In a major blow to companies transferring data of European Union citizens to the US, Europe's top Court struck down the validity of EU-US Privacy Shield in a ruling on Thursday.
The ruling deprives these companies of one of the flagship data transfer mechanisms.
The European Court of Justice in its ruling said that the General Data Protection Regulation (GDPR) provides that the transfer of such data to a third country may, in principle, take place only if the third country in question ensures an adequate level of data protection.
"The Court of Justice invalidates Decision 2016/1250 on the adequacy of the protection provided by the EU-US Data Protection Shield," said the ruling, suggesting that the protections provided under EU-US Privacy Shield are not enough to safeguard the interest of the EU citizens.
The privacy issue surrounding the case was initially raised by Maximillian Schrems, an Austrian privacy advocate, who has been a Facebook user since 2008.
As in the case of other users residing in the European Union, some or all of Schrems's personal data is transferred by Facebook Ireland to servers belonging to Facebook Inc. that are located in the US, where it undergoes processing.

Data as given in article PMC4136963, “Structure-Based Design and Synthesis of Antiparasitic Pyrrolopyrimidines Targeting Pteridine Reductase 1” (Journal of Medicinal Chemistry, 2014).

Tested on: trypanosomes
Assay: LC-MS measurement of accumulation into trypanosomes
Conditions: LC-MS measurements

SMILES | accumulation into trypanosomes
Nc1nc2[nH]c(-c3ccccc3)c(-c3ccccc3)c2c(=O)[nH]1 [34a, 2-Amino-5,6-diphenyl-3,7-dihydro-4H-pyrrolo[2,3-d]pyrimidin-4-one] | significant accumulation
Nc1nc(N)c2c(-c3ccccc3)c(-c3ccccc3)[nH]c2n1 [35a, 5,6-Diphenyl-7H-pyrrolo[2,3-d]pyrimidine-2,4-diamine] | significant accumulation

Schrems claimed that the US does not offer sufficient protection of data transferred to that country.
With the the European Court of Justice now striking down the EU-US Privacy Shield, companies will now have to sign standard contractual clauses, non-negotiable legal contracts drawn up by Europe, the BBC reported.
The court was of the view that these contracts are valid.
Disclaimer: Information, facts or opinions expressed in this news article are presented as sourced from IANS and do not reflect views of Moneylife and hence Moneylife is not responsible or liable for the same. As a source and news provider, IANS is responsible for accuracy, completeness, suitability and validity of any information in this article.